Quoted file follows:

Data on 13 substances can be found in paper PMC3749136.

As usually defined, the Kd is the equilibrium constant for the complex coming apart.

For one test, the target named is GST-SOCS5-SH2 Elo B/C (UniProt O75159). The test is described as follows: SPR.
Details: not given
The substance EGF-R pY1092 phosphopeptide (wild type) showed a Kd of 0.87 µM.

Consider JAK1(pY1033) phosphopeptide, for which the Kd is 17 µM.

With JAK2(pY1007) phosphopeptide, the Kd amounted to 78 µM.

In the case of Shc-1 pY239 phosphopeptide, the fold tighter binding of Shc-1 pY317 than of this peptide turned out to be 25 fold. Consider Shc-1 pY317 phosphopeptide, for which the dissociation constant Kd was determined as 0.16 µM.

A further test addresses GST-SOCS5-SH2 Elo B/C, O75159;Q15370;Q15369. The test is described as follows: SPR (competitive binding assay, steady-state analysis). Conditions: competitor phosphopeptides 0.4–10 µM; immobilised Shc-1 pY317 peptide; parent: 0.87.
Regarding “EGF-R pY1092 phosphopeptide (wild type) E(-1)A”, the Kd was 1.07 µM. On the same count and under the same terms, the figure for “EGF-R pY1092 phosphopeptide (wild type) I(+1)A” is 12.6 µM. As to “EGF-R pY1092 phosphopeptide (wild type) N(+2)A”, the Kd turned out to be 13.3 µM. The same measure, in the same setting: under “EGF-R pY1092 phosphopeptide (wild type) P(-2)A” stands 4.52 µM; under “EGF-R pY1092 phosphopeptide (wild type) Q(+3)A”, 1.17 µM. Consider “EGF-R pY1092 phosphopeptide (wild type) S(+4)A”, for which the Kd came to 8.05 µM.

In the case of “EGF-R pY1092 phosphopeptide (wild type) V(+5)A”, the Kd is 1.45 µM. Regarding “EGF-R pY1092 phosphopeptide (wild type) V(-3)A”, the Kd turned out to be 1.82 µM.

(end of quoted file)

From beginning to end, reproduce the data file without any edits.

Data on 13 substances can be found in paper PMC3749136.

As usually defined, the Kd is the equilibrium constant for the complex coming apart.

For one test, the target named is GST-SOCS5-SH2 Elo B/C (UniProt O75159). The test is described as follows: SPR.
Details: not given
The substance EGF-R pY1092 phosphopeptide (wild type) showed a Kd of 0.87 µM.

Consider JAK1(pY1033) phosphopeptide, for which the Kd is 17 µM.

With JAK2(pY1007) phosphopeptide, the Kd amounted to 78 µM.

In the case of Shc-1 pY239 phosphopeptide, the fold tighter binding of Shc-1 pY317 than of this peptide turned out to be 25 fold. Consider Shc-1 pY317 phosphopeptide, for which the dissociation constant Kd was determined as 0.16 µM.

A further test addresses GST-SOCS5-SH2 Elo B/C, O75159;Q15370;Q15369. The test is described as follows: SPR (competitive binding assay, steady-state analysis). Conditions: competitor phosphopeptides 0.4–10 µM; immobilised Shc-1 pY317 peptide; parent: 0.87.
Regarding “EGF-R pY1092 phosphopeptide (wild type) E(-1)A”, the Kd was 1.07 µM. On the same count and under the same terms, the figure for “EGF-R pY1092 phosphopeptide (wild type) I(+1)A” is 12.6 µM. As to “EGF-R pY1092 phosphopeptide (wild type) N(+2)A”, the Kd turned out to be 13.3 µM. The same measure, in the same setting: under “EGF-R pY1092 phosphopeptide (wild type) P(-2)A” stands 4.52 µM; under “EGF-R pY1092 phosphopeptide (wild type) Q(+3)A”, 1.17 µM. Consider “EGF-R pY1092 phosphopeptide (wild type) S(+4)A”, for which the Kd came to 8.05 µM.

In the case of “EGF-R pY1092 phosphopeptide (wild type) V(+5)A”, the Kd is 1.45 µM. Regarding “EGF-R pY1092 phosphopeptide (wild type) V(-3)A”, the Kd turned out to be 1.82 µM.